Who is it? Jimmy Savile (1926 -2011)
What is he known for? Going from ‘national treasure’ to the most high profile sex offender in the country. At one point, Savile claimed to reach 40 million people a week through his tv shows, radio shows and press coverage. Voted Britain’s top DJ four years in a row, host of the now infamous Jim’ll Fix It and Top of the Pops, and was estimated to have raised £40million for charities… “A man of the people is allowed near the people” says TV critic Mark Lawson “Terrible, terrible things happened because of that…”
What did he change? Before the true extent of his crimes broke, Savile was seen as pioneering the swinging Sixties, presenting the first edition of Top of the Pops from Manchester in 1964, and running ‘discos’ both at his various clubs in The Rialto complex and in Manchester centre.
More importantly, however, was Operation Yewtree, launched by the Metropolitan Police in 2012, that investigated Savile’s crimes and other high profile cases. The Met’s Commander Peter Spindler argued that the police investigation “empowered a staggering number of victims to come forward to report the sexual exploitation which occurred during their childhood…This is a watershed moment for child abuse investigations…”
Meanwhile, in an article for the Bury New Road project, the NSPCC’s Assistant Director for the North West, Clare Crabb, suggests that “Savile’s case was a catalyst to many people who had suffered child sexual abuse, both at his hands and by others, speaking out…it feels fair to say that society’s attitude towards child sexual abuse and the willingness for people to report it and how police approach these investigations has significantly changed.”*
What was he doing on Bury New Road?
From Leeds, Savile came to Manchester in the 1950s, and lived at 301 Great Clowes Street, on the corner of Duncan Street, until 1963, when he moved to Ascot Court on Bury New Road.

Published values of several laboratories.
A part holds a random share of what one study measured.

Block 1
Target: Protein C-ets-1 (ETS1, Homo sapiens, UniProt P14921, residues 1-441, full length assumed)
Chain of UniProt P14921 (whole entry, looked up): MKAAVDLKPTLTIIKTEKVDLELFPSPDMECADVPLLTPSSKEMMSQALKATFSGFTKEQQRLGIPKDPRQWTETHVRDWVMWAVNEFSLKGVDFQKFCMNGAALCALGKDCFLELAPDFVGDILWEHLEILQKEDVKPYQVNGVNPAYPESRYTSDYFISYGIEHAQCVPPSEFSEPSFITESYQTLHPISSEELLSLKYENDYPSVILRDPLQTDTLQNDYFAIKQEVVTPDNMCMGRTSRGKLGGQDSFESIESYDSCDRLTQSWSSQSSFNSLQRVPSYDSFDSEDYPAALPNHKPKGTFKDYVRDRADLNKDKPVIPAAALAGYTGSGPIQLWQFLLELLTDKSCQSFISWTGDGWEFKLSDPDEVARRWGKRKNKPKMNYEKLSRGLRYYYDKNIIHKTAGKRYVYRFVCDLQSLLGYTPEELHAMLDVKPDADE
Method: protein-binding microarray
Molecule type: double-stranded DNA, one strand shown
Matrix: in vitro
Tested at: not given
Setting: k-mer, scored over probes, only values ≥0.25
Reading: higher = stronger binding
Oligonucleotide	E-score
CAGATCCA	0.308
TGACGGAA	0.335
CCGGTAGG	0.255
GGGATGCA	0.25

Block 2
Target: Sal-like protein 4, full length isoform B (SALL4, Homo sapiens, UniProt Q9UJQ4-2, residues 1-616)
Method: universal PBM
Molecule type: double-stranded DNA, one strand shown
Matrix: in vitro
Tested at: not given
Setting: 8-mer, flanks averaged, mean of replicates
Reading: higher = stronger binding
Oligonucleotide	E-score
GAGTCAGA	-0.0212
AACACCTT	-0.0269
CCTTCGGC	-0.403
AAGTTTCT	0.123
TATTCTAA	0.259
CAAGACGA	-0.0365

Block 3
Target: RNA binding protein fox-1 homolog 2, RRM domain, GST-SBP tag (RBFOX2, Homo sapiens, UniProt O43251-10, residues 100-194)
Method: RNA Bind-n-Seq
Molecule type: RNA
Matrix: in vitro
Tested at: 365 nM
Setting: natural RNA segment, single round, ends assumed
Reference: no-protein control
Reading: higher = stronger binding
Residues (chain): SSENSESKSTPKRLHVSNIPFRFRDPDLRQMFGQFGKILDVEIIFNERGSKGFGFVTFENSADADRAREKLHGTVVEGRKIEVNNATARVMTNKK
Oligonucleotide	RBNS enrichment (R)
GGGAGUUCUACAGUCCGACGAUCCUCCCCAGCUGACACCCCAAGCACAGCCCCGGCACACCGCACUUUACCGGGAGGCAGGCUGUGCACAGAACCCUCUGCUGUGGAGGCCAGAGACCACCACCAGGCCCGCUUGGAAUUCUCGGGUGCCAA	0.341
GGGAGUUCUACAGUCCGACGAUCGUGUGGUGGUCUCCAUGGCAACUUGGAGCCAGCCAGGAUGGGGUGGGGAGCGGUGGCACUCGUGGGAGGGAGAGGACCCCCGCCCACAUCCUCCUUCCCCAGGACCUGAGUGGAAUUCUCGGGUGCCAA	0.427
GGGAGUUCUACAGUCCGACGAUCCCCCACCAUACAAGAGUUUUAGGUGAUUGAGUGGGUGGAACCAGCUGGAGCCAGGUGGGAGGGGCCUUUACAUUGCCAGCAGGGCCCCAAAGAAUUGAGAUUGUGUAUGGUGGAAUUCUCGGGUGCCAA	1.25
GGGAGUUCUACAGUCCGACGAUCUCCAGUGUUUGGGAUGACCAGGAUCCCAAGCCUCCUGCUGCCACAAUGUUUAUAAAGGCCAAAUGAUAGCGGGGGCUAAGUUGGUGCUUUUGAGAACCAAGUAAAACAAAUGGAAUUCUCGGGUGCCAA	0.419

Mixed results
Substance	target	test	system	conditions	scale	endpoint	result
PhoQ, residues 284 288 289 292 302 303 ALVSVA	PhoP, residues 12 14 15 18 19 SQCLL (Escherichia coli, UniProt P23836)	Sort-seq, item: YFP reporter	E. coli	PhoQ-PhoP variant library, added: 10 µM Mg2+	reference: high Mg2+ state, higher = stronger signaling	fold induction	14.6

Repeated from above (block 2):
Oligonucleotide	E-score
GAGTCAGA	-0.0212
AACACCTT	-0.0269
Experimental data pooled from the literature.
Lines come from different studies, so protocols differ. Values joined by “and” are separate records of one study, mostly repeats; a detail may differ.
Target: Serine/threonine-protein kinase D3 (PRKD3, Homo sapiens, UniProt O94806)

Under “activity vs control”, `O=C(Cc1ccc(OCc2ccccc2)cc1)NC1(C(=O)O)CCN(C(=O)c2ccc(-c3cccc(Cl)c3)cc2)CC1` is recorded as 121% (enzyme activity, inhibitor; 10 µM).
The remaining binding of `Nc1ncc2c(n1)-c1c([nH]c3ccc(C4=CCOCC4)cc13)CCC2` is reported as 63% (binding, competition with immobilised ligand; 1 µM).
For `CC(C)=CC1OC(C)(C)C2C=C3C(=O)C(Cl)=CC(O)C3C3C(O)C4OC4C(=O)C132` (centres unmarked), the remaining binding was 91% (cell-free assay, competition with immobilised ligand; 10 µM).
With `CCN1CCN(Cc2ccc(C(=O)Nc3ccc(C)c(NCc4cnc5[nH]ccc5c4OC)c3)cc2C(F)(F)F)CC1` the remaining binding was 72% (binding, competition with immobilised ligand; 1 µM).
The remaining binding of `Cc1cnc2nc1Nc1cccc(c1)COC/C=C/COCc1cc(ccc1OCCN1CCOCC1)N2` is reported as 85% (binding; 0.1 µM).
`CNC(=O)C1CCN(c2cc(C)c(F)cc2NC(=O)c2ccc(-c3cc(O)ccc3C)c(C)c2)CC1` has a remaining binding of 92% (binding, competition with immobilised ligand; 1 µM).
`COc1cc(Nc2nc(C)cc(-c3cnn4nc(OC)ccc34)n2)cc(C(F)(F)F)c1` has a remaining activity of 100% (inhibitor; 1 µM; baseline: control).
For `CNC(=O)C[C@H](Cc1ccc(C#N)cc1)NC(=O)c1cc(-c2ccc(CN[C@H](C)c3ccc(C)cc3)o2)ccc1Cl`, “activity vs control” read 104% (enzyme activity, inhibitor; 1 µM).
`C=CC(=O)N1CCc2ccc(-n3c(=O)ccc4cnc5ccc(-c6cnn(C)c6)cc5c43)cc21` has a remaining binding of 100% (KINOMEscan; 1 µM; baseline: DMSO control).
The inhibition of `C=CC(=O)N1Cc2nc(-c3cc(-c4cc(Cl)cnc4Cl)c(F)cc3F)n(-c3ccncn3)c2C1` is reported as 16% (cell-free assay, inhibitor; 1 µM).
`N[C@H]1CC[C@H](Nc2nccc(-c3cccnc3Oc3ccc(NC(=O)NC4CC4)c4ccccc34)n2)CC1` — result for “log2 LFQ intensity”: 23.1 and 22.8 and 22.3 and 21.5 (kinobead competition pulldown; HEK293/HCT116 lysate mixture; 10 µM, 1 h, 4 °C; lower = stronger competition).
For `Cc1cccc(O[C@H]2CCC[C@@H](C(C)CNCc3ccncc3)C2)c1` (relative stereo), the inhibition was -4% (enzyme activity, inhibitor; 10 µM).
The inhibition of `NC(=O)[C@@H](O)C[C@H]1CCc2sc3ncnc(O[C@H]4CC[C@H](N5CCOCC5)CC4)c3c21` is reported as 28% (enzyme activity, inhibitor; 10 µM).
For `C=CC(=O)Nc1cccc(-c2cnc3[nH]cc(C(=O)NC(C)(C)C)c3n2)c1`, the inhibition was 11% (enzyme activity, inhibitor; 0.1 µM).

In 2014, during the sex abuse trial of his associate and former driver and fixer, Ray Teret, the court heard that Savile’s house in Great Clowes Street was semi-derelict…“It was a big old rambling Victorian square building” said Teret “A house of three floors, totally detached. It was like a haunted house on the corner. It was a joke really. It was derelict, the whole house. There were no lights in the corridor. The door had no proper handle on it. There was just one room at the front. When he moved into it all the plaster had come off the walls. He got a doorman he knew to fill it all in matt black. He didn’t have a television. He didn’t have a kettle.”
Giving evidence at the trial was Alan Leek, a junior reporter at Manchester Comet newspaper in the mid-Sixties who said that Salford City Council handed Savile a new flat in Ascot Court as his Great Clowes Street property was due for demolition. It was at these properties, and others, where offending took place, according to women who later testified.
Savile also ran clubs at the Rialto complex – The Broughton Assembly Rooms, Whiskey A Go Go and Jimmy Savile’s Disc Club – where young girls were ‘chatted up’ and some, later abused.**Savile was almost certainly also using Prestwich Hospital to abuse one girl and threaten her.***
How important was Jimmy Savile?
It’s hard for anyone to imagine just how influential and popular Jimmy Savile was, before his crimes were exposed. Margaret Thatcher pressed four times for him to be knighted and invited him to the PM’s country retreat, Chequers…“The relationship was pretty close” says Thatcher’s Principal Private Secretary at the time, Lord Robin Butler. Savile was also receiving personal letters from the then Prince Charles, asking for advice on PR and speeches.
It’s best summed up by Paul Connew, former editor of the Sunday Mirror, who, quoting from the girls affected, repeated ‘Who’s going to believe us, a pair of former approved school girls, when Jimmy Savile has been honoured by the Pope; that he’s a friend of Prince Charles and Princess Dianna, and Margaret Thatcher…’
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